Week 11

"The 'frontier mentality' articulated in The Odyssey is related to archaeologically identifiable manifestations of Greek colonization, reflecting the outlook of 'proto-colonial' Greek traders, who needed to amass money and influence before they could launch an expedition aimed at creating a completely new settlement. Many Greeks from the eighth to sixth centuries were restless and on the move. Intrepid individuals left established communities in mainland Greece and on the western coast of Asia to form settlements far away, thus creating the distinctive map of ancient Greece." ―Edith Hall, Introducing the Ancient Greeks: From Bronze Age Seafarers to Navigators of the Western Mind


Edith Hall,

Introducing the Ancient Greeks: From Bronze Age Seafarers to Navigators of the Western Mind,

W. W. Norton & Company; 1 edition (June 16, 2014),

ISBN 0393239985

This is the best one-volume introduction to the Ancient Greeks that I have ever read. It is in a beautiful hardcover edition that is very reasonable in cost. Get it. You will be happy to have it all year.

“Penetrating…Ms. Hall is an engaging writer and an acute scholar.”―James Romm, Wall Street Journal

“[Hall’s] book is a hearty, delightful voyage through 2,000 years of Greek history, written with wit and verve and deep insight.” ―Mark Gamin, Cleveland Plain Dealer

“In Edith Hall’s new and groundbreaking study of ancient Greek culture, society, and mentality over a millennium and more, from Agamemnon to Constantine, she acutely identifies and brilliantly explains why we simply cannot do without the ancient Greeks.” ―Paul Cartledge, A. G. Leventis Professor of Greek Culture, University of Cambridge, and the author of The Greeks: A Portrait of Self and Others


Josiah Ober,

The Rise and Fall of Classical Greece,

Princeton University Press; 1st Edition edition (May 4, 2015),

ISBN 069114091X

The second great book we have for our winter quarter is from Josiah Ober at Stanford University. Professor Ober has just lectured at the Institute in December of 2019, and we hope he can return. This study of classical Greece with special emphasis on Athens is our best introduction to that magnificent world of Pericles and Sophocles. The beautiful hardcover edition (with Kindle available) is still selling on Amazon.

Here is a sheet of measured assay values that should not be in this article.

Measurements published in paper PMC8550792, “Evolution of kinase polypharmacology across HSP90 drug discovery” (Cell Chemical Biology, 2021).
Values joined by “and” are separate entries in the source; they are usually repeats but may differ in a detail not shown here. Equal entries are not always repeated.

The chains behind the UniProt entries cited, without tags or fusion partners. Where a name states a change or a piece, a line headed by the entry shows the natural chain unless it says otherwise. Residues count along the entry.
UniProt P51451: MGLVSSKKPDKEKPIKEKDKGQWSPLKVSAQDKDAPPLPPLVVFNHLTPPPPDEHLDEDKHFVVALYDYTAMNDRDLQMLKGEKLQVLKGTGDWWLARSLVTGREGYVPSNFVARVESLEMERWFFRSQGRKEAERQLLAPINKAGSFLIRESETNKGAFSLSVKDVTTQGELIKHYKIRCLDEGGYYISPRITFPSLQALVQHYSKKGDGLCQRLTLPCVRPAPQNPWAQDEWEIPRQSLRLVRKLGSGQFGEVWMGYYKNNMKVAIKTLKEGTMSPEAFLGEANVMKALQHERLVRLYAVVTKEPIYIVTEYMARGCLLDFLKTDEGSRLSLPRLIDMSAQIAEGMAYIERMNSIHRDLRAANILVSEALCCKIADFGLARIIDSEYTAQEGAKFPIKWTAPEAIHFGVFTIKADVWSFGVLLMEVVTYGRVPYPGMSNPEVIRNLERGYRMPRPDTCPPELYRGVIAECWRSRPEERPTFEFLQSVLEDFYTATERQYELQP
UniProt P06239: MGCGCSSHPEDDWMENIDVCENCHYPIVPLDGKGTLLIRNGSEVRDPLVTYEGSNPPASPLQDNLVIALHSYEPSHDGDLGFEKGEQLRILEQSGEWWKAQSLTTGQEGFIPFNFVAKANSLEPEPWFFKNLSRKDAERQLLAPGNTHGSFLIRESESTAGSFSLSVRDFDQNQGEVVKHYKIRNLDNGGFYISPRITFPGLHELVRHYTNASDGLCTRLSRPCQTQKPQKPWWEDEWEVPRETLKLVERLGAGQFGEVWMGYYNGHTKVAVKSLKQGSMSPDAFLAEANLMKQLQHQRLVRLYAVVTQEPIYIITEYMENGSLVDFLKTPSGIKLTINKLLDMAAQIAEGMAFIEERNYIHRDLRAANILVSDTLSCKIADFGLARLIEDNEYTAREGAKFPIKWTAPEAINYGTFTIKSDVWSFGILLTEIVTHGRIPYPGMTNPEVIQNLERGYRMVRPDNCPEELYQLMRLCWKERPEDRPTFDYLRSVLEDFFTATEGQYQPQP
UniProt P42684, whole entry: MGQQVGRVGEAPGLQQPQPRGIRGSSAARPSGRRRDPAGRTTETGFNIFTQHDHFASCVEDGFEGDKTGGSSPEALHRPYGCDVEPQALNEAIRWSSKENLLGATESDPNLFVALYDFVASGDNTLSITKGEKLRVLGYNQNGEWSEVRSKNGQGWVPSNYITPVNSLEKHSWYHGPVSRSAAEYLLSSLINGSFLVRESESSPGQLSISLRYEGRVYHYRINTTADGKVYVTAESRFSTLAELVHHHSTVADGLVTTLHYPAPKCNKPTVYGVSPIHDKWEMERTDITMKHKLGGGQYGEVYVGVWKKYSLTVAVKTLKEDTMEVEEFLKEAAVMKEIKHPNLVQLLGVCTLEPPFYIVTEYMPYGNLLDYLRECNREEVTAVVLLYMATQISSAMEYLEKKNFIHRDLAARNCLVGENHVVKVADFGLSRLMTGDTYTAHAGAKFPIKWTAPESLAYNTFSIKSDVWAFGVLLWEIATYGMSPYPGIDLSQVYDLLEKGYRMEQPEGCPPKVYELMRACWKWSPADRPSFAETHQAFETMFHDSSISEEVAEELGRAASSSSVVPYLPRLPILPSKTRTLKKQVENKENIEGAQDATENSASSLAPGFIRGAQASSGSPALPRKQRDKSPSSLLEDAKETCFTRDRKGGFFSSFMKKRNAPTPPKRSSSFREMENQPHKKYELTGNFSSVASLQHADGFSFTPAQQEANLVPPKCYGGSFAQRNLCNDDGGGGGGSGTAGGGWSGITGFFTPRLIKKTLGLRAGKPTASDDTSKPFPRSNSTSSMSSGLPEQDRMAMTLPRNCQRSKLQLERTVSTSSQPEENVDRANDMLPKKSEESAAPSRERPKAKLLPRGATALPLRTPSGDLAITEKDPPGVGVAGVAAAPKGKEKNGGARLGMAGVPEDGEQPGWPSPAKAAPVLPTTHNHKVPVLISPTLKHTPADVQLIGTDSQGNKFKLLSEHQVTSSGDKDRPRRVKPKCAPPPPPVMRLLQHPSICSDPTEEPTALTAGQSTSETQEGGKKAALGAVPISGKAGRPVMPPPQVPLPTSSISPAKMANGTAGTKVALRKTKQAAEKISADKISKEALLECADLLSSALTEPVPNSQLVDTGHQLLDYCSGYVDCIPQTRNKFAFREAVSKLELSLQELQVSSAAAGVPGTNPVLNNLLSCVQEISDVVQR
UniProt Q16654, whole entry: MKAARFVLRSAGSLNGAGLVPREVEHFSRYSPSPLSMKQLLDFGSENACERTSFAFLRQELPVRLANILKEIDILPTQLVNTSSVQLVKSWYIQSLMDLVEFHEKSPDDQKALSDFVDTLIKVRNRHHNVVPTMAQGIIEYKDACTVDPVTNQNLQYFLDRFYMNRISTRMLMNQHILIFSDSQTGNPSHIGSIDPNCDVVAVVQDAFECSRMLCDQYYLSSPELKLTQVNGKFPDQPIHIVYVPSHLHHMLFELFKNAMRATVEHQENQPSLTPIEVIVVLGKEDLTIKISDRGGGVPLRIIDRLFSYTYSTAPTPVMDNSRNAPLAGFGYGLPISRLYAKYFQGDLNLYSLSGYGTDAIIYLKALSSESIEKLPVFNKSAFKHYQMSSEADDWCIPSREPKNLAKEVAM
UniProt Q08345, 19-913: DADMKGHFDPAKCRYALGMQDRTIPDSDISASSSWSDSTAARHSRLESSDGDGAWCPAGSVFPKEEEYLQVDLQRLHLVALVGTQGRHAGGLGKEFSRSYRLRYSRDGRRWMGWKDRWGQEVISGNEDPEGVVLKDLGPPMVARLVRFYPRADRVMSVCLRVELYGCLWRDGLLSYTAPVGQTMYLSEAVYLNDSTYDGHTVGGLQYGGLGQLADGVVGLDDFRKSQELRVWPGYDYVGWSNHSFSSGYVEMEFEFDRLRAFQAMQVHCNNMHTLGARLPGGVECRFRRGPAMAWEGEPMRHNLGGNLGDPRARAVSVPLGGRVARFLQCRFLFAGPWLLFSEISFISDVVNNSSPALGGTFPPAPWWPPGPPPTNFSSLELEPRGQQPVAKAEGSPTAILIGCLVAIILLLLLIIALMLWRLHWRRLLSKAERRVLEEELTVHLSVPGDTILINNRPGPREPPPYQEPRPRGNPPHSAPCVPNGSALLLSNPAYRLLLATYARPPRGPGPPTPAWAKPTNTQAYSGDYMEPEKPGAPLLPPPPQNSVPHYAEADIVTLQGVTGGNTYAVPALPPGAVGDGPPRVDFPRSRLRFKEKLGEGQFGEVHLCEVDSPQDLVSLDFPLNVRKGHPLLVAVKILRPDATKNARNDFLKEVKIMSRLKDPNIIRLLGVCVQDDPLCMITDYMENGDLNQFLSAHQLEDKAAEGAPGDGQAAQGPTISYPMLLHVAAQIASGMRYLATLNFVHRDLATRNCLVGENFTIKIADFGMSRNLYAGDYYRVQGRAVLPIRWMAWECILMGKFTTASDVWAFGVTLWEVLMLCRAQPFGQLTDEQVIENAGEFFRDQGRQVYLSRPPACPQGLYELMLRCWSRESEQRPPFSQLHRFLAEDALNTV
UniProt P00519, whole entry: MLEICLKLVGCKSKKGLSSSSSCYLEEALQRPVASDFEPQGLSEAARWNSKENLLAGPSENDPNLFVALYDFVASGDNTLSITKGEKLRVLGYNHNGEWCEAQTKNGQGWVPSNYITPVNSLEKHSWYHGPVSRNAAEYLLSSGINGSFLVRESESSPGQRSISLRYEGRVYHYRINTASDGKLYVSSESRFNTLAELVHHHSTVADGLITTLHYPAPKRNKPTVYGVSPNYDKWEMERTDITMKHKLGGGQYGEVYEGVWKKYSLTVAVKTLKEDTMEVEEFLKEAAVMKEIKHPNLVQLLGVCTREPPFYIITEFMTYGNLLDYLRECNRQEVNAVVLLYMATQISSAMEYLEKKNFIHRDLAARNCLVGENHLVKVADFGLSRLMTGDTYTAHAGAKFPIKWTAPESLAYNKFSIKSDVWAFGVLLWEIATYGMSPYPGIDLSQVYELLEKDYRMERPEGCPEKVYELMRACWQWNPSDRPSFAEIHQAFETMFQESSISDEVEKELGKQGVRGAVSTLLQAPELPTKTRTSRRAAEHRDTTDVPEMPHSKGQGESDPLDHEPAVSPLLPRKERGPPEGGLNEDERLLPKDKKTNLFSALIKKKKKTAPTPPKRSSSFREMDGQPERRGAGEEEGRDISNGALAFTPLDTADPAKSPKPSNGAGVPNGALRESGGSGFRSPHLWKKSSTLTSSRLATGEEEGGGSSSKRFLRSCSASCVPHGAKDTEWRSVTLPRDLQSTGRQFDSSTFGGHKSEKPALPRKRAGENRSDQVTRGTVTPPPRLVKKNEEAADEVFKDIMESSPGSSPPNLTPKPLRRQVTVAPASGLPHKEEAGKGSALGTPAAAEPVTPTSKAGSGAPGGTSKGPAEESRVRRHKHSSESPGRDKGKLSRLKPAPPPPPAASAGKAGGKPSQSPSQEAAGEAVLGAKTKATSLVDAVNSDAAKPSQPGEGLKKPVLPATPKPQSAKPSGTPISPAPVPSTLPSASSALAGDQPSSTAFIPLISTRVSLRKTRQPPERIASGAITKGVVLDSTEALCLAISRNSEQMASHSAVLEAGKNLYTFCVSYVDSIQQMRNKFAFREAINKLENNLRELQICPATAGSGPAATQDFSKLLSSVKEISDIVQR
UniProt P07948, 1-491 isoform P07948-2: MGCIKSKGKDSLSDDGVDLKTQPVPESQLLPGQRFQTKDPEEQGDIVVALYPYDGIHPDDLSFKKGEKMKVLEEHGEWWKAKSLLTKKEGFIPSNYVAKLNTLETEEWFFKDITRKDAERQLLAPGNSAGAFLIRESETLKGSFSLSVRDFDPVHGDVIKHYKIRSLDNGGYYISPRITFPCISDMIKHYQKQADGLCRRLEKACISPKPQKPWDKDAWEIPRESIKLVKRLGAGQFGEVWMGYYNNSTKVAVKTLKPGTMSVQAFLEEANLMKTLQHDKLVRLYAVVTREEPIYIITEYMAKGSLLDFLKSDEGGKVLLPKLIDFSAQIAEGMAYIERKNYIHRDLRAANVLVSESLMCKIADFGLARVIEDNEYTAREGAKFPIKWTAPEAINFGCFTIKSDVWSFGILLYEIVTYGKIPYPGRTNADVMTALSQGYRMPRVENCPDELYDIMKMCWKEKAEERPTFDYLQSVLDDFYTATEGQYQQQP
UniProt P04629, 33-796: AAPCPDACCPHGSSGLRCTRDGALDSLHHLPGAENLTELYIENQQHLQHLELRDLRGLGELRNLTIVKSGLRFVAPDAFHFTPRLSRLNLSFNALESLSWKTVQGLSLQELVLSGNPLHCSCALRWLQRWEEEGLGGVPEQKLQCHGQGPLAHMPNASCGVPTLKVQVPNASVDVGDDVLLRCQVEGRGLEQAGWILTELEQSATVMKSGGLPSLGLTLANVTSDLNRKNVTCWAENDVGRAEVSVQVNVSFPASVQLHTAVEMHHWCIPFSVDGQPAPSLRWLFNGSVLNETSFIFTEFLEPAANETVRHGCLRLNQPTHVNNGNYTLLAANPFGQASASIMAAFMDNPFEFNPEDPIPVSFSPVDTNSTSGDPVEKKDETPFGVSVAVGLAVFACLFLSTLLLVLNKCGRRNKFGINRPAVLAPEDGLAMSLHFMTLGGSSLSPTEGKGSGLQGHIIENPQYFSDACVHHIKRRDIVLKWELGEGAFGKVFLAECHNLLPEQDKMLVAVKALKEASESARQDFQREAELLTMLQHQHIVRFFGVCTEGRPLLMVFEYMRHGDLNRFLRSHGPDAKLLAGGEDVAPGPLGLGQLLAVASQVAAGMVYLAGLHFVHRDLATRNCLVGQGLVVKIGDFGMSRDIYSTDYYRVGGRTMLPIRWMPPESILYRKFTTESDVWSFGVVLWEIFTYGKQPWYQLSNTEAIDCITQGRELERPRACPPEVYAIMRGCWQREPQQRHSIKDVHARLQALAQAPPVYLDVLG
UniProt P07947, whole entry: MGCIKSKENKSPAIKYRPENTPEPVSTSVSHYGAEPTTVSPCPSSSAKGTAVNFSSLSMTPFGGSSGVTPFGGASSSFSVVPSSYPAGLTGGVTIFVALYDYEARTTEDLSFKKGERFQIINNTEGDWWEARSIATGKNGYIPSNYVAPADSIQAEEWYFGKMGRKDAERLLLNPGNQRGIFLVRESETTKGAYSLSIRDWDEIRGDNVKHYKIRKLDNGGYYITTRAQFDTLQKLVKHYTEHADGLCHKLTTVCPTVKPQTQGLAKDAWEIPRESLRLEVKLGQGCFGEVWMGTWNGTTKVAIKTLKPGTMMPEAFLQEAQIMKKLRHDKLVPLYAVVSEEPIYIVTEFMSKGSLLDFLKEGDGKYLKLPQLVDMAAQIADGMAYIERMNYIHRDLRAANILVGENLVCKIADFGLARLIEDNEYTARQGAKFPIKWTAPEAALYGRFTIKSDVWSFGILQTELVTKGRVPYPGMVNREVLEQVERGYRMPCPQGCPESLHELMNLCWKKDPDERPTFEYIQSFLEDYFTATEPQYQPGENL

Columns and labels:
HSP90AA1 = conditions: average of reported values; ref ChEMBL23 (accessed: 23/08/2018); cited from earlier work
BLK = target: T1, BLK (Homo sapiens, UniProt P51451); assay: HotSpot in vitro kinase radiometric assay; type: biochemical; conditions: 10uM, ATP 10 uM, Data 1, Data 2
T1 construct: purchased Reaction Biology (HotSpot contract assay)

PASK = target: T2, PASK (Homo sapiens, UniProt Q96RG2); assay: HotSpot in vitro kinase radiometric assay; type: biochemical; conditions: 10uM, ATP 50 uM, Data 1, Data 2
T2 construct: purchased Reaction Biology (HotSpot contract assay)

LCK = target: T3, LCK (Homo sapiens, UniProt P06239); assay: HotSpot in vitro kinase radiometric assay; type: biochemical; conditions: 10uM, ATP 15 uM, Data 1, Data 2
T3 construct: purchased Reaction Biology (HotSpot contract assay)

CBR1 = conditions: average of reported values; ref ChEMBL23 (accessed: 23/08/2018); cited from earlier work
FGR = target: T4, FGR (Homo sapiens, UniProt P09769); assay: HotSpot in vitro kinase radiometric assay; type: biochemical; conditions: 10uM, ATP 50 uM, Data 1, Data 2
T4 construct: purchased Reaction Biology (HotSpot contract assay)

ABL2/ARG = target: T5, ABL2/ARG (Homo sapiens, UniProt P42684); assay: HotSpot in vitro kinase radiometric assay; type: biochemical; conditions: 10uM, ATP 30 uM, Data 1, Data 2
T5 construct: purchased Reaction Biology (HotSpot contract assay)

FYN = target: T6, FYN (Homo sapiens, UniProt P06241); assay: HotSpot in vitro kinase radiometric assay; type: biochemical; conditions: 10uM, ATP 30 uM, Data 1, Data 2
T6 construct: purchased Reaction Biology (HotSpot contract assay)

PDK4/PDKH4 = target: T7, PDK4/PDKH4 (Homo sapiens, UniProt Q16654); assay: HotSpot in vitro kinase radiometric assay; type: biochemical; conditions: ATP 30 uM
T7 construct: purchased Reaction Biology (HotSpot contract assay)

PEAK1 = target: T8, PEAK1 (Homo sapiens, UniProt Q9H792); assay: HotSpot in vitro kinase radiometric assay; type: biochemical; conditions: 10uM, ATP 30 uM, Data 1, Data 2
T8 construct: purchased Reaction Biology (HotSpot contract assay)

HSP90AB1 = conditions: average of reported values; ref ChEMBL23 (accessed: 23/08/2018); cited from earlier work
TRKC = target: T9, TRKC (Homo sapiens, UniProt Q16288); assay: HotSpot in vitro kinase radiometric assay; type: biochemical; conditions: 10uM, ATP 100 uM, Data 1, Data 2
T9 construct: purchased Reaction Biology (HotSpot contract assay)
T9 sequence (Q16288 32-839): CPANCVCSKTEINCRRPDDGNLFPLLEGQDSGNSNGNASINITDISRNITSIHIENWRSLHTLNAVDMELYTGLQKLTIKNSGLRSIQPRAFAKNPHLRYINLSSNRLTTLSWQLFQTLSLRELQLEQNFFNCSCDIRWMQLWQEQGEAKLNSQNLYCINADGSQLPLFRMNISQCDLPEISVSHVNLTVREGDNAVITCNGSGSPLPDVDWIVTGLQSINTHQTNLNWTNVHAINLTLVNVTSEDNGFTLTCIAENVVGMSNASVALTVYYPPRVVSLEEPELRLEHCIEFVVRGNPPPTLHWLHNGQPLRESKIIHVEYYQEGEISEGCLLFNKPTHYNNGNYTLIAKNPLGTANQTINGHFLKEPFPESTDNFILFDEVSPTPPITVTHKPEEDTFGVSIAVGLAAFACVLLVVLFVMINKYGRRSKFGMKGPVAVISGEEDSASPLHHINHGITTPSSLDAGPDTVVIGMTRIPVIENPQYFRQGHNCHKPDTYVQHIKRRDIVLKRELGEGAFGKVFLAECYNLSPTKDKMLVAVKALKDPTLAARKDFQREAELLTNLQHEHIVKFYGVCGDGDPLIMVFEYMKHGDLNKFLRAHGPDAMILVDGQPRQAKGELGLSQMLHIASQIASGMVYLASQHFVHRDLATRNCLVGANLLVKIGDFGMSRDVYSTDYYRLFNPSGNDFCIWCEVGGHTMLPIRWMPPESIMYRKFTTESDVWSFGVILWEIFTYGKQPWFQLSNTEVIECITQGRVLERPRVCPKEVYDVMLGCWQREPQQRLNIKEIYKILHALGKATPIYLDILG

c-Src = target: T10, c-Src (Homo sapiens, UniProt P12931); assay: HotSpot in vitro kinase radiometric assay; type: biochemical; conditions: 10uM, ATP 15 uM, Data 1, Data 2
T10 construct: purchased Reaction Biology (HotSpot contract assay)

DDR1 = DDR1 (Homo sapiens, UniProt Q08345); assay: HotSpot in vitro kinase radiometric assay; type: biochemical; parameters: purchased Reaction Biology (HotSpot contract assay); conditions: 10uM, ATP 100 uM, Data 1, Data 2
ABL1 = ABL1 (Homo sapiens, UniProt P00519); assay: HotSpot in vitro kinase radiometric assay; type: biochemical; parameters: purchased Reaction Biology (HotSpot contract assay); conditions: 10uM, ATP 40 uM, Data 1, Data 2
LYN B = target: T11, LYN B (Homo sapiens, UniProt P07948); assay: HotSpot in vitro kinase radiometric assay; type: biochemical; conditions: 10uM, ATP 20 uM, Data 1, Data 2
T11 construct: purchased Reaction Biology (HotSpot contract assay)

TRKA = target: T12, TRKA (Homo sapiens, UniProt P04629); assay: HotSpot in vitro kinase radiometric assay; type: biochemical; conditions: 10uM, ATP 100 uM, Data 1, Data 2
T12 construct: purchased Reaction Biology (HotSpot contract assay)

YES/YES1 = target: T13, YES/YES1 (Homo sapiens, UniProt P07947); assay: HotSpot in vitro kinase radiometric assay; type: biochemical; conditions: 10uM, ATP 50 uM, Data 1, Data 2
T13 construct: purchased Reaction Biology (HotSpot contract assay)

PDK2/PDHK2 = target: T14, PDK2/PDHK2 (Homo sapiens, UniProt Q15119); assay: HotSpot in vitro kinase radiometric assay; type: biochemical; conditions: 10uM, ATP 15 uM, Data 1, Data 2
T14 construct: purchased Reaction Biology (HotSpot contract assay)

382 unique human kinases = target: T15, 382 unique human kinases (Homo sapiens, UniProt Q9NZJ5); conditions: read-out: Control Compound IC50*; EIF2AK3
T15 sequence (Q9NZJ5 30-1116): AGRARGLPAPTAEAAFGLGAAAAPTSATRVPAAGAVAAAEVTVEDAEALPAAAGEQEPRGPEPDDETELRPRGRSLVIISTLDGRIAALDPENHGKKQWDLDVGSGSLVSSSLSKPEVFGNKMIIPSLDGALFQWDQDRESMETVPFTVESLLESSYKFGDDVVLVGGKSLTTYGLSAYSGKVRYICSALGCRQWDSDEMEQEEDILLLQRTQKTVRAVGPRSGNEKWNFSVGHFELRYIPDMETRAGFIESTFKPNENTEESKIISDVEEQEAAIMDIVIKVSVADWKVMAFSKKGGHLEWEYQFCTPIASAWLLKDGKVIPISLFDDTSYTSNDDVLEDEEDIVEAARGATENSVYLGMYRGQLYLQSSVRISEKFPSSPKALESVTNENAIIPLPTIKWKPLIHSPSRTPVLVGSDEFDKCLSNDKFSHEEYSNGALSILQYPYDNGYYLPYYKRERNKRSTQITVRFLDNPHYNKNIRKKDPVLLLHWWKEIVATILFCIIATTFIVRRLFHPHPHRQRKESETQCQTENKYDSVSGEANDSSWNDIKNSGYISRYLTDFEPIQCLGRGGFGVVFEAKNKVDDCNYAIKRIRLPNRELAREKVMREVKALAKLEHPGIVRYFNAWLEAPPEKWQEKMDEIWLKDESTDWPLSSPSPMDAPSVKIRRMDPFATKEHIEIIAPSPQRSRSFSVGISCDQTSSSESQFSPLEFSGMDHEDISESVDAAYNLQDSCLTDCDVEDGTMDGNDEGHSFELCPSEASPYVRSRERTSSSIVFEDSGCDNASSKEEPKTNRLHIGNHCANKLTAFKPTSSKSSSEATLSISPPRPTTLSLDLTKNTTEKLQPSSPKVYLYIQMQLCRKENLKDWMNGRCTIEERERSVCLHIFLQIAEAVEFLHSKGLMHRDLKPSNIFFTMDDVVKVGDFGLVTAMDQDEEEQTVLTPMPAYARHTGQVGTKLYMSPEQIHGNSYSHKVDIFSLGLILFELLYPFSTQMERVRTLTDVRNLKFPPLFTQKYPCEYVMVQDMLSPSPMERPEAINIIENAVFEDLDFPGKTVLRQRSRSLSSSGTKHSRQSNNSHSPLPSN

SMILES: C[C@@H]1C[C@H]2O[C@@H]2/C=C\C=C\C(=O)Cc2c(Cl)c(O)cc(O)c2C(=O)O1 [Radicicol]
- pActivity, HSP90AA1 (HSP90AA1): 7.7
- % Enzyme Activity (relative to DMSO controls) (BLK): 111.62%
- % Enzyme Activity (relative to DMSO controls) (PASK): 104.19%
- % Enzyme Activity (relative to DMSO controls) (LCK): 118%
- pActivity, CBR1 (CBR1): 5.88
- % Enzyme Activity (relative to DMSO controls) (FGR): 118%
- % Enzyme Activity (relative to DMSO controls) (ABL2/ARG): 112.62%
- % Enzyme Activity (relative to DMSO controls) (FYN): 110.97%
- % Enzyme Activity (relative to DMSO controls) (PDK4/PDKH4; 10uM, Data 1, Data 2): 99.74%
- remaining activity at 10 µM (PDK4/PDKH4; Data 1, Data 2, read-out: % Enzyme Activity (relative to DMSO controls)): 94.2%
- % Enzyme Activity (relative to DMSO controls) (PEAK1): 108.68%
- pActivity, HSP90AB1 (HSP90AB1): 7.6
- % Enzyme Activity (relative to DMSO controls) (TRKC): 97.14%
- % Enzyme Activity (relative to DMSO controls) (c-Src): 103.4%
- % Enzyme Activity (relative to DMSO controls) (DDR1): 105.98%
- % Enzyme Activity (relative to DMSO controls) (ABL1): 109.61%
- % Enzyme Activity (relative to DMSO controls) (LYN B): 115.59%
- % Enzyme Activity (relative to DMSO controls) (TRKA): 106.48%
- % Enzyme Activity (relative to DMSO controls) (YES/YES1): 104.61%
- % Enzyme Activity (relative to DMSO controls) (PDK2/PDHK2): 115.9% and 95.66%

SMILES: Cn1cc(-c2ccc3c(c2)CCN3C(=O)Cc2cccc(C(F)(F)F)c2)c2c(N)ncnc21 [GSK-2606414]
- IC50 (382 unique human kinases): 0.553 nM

"This challenging book is like no other history of the ancient world. . . . [Ober] produces some engaging and striking analyses of familiar historical episodes." ―American Historical Review

"A fresh and vigorous account about the roots of democracy." ―Brian A. Pavlac, Canadian Journal of History

"In the late fourth century BC, Aristotle and his students collected the constitutions of more than 150…city-states. The scholar who would today follow in Aristotle's footsteps has to deal with a far more formidable mass of data. Few of today's scholars control more of this data, or write about it more insightfully, than Josiah Ober. [T]hose willing to put in the effort will learn much from the deep meditations of an expert historian and political philosopher." ―James Romm, Wall Street Journal

"An attractive, informative, and timely picture of Greece from Homer to Aristotle. . . . It's an absorbing story full of excitement, drama and hope." ―Evaggelos Valiantos, Huffington Post

"Intriguing. . . . [Y]ou can think of this book as how an economist might think about ancient Greece." ―Tyler Cowen, Marginal Revolution

"One of HistoryBuff.com’s 10 Can’t-Miss History Books of 2015"

"[T]his could turn out to be Gibbon's Decline and Fall of the Roman Empire for classical Greece." ―Jonathan Sturgeon, Flavorwire

"One of Flavorwire’s 10 Must-Read Academic Books for 2015"

"Remarkable. . . . deserves a very broad readership in political science across subfields. It brings Greek antiquity into the 21st century." ―S. Sara Monoson, Perspectives on Politics

"In this exemplary book, Josiah Ober, one of the foremost international authorities on ancient Greek political, economic, and intellectual history, persuasively explains why and how ancient Greek communities and individuals managed―and sometimes failed―to flourish culturally and materially." ―Paul Cartledge, author of The Spartans: The World of the Warrior-Heroes of Ancient Greece

"This is a groundbreaking book on the ancient world. Displaying the narrative skill of a master historian, The Rise and Fall of Classical Greece is must reading." ―Barry Strauss, author of The Death of Caesar: The Story of History's Greatest Assassination